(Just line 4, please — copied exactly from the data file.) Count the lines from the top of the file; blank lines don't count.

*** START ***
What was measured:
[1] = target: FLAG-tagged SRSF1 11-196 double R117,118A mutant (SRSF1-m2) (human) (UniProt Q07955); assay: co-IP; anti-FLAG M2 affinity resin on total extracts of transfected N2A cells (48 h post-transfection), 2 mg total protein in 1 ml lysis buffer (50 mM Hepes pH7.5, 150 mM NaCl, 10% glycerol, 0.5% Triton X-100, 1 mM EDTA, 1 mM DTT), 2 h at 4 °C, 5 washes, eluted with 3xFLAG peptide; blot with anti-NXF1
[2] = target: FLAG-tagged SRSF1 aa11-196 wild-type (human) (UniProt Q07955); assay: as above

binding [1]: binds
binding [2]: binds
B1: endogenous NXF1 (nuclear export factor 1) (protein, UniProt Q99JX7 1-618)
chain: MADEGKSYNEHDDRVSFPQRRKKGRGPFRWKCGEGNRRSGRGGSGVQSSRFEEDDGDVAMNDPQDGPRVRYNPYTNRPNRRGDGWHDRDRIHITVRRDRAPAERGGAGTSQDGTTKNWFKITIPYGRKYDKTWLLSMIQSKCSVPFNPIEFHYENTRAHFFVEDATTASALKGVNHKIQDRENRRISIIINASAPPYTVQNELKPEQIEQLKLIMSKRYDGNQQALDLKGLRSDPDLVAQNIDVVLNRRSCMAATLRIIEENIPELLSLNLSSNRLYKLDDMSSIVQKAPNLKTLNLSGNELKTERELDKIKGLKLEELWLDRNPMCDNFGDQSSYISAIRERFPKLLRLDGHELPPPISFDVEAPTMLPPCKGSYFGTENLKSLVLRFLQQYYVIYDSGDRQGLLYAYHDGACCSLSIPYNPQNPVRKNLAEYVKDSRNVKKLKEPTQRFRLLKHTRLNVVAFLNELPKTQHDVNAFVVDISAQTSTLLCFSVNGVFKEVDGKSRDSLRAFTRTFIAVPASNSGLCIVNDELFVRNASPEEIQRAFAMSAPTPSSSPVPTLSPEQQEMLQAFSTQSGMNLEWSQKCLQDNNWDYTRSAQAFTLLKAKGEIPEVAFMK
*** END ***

binding [1]: binds